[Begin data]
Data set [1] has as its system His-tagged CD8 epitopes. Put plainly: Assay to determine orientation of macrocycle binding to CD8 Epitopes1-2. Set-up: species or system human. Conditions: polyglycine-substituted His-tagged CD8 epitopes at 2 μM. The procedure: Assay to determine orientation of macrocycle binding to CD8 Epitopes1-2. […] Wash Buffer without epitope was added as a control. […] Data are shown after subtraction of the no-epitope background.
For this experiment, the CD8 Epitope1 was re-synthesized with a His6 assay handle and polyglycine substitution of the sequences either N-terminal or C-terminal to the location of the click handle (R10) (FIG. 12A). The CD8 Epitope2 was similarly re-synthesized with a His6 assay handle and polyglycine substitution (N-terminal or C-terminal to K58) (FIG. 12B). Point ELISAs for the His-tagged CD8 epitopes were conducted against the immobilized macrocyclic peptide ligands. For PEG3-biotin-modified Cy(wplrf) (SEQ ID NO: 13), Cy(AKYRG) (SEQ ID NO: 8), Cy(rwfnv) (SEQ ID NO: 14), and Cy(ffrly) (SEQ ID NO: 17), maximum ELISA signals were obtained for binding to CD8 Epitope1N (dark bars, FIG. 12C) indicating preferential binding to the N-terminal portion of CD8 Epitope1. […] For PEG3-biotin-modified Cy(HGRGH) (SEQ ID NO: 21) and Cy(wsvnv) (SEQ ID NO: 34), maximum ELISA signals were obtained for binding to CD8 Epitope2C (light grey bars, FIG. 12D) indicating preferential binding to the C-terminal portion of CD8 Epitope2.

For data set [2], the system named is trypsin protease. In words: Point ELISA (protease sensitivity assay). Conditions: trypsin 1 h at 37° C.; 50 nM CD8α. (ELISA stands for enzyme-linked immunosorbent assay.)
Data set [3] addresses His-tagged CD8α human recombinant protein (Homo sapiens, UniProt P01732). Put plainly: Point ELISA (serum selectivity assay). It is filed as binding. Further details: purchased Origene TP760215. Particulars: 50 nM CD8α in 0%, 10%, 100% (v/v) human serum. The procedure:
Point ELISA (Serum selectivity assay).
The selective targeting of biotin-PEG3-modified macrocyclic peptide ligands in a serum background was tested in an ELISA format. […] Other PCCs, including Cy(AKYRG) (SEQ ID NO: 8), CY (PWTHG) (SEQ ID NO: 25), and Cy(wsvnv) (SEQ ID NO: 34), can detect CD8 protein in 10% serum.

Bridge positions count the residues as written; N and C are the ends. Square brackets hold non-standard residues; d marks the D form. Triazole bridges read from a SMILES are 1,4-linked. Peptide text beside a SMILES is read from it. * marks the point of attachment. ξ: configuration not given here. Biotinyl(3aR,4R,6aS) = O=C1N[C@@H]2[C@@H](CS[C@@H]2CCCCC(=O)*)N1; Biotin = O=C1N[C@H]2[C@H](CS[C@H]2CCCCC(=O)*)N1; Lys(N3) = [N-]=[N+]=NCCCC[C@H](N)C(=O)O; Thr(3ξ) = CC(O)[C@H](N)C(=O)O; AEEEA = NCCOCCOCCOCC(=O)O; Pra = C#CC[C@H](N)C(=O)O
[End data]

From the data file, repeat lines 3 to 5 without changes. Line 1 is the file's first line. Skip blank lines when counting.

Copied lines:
For data set [2], the system named is trypsin protease. In words: Point ELISA (protease sensitivity assay). Conditions: trypsin 1 h at 37° C.; 50 nM CD8α. (ELISA stands for enzyme-linked immunosorbent assay.)
Data set [3] addresses His-tagged CD8α human recombinant protein (Homo sapiens, UniProt P01732). Put plainly: Point ELISA (serum selectivity assay). It is filed as binding. Further details: purchased Origene TP760215. Particulars: 50 nM CD8α in 0%, 10%, 100% (v/v) human serum. The procedure:
Point ELISA (Serum selectivity assay).